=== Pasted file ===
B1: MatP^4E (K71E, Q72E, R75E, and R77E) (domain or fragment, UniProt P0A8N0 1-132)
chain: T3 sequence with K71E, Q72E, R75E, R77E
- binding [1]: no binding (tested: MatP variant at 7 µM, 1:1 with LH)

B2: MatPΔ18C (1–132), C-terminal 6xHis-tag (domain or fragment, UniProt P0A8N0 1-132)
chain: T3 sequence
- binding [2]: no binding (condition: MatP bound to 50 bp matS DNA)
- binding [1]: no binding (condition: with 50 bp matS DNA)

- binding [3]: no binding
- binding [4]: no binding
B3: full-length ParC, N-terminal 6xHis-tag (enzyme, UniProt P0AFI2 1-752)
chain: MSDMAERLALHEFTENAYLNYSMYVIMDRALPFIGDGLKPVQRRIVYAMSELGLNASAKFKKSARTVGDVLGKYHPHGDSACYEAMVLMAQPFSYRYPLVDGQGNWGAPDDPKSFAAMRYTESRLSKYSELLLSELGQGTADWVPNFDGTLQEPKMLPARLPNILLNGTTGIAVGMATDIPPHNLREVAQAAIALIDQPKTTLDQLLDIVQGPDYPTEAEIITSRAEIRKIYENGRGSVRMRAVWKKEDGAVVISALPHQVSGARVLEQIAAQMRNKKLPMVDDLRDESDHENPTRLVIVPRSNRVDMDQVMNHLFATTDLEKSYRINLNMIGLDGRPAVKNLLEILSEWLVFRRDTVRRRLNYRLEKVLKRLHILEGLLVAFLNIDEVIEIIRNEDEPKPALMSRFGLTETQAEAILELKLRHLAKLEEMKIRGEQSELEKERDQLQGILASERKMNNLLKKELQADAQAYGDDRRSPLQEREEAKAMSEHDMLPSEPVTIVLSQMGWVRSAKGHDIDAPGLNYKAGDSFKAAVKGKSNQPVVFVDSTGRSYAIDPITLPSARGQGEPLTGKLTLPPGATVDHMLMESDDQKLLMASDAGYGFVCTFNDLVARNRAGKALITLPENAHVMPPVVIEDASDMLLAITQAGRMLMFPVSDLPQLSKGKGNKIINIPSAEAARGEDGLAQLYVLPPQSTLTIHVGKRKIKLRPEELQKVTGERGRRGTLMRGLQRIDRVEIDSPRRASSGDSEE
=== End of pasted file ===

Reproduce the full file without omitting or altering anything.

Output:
B1: MatP^4E (K71E, Q72E, R75E, and R77E) (domain or fragment, UniProt P0A8N0 1-132)
chain: T3 sequence with K71E, Q72E, R75E, R77E
- binding [1]: no binding (tested: MatP variant at 7 µM, 1:1 with LH)

B2: MatPΔ18C (1–132), C-terminal 6xHis-tag (domain or fragment, UniProt P0A8N0 1-132)
chain: T3 sequence
- binding [2]: no binding (condition: MatP bound to 50 bp matS DNA)
- binding [1]: no binding (condition: with 50 bp matS DNA)

- binding [3]: no binding
- binding [4]: no binding
B3: full-length ParC, N-terminal 6xHis-tag (enzyme, UniProt P0AFI2 1-752)
chain: MSDMAERLALHEFTENAYLNYSMYVIMDRALPFIGDGLKPVQRRIVYAMSELGLNASAKFKKSARTVGDVLGKYHPHGDSACYEAMVLMAQPFSYRYPLVDGQGNWGAPDDPKSFAAMRYTESRLSKYSELLLSELGQGTADWVPNFDGTLQEPKMLPARLPNILLNGTTGIAVGMATDIPPHNLREVAQAAIALIDQPKTTLDQLLDIVQGPDYPTEAEIITSRAEIRKIYENGRGSVRMRAVWKKEDGAVVISALPHQVSGARVLEQIAAQMRNKKLPMVDDLRDESDHENPTRLVIVPRSNRVDMDQVMNHLFATTDLEKSYRINLNMIGLDGRPAVKNLLEILSEWLVFRRDTVRRRLNYRLEKVLKRLHILEGLLVAFLNIDEVIEIIRNEDEPKPALMSRFGLTETQAEAILELKLRHLAKLEEMKIRGEQSELEKERDQLQGILASERKMNNLLKKELQADAQAYGDDRRSPLQEREEAKAMSEHDMLPSEPVTIVLSQMGWVRSAKGHDIDAPGLNYKAGDSFKAAVKGKSNQPVVFVDSTGRSYAIDPITLPSARGQGEPLTGKLTLPPGATVDHMLMESDDQKLLMASDAGYGFVCTFNDLVARNRAGKALITLPENAHVMPPVVIEDASDMLLAITQAGRMLMFPVSDLPQLSKGKGNKIINIPSAEAARGEDGLAQLYVLPPQSTLTIHVGKRKIKLRPEELQKVTGERGRRGTLMRGLQRIDRVEIDSPRRASSGDSEE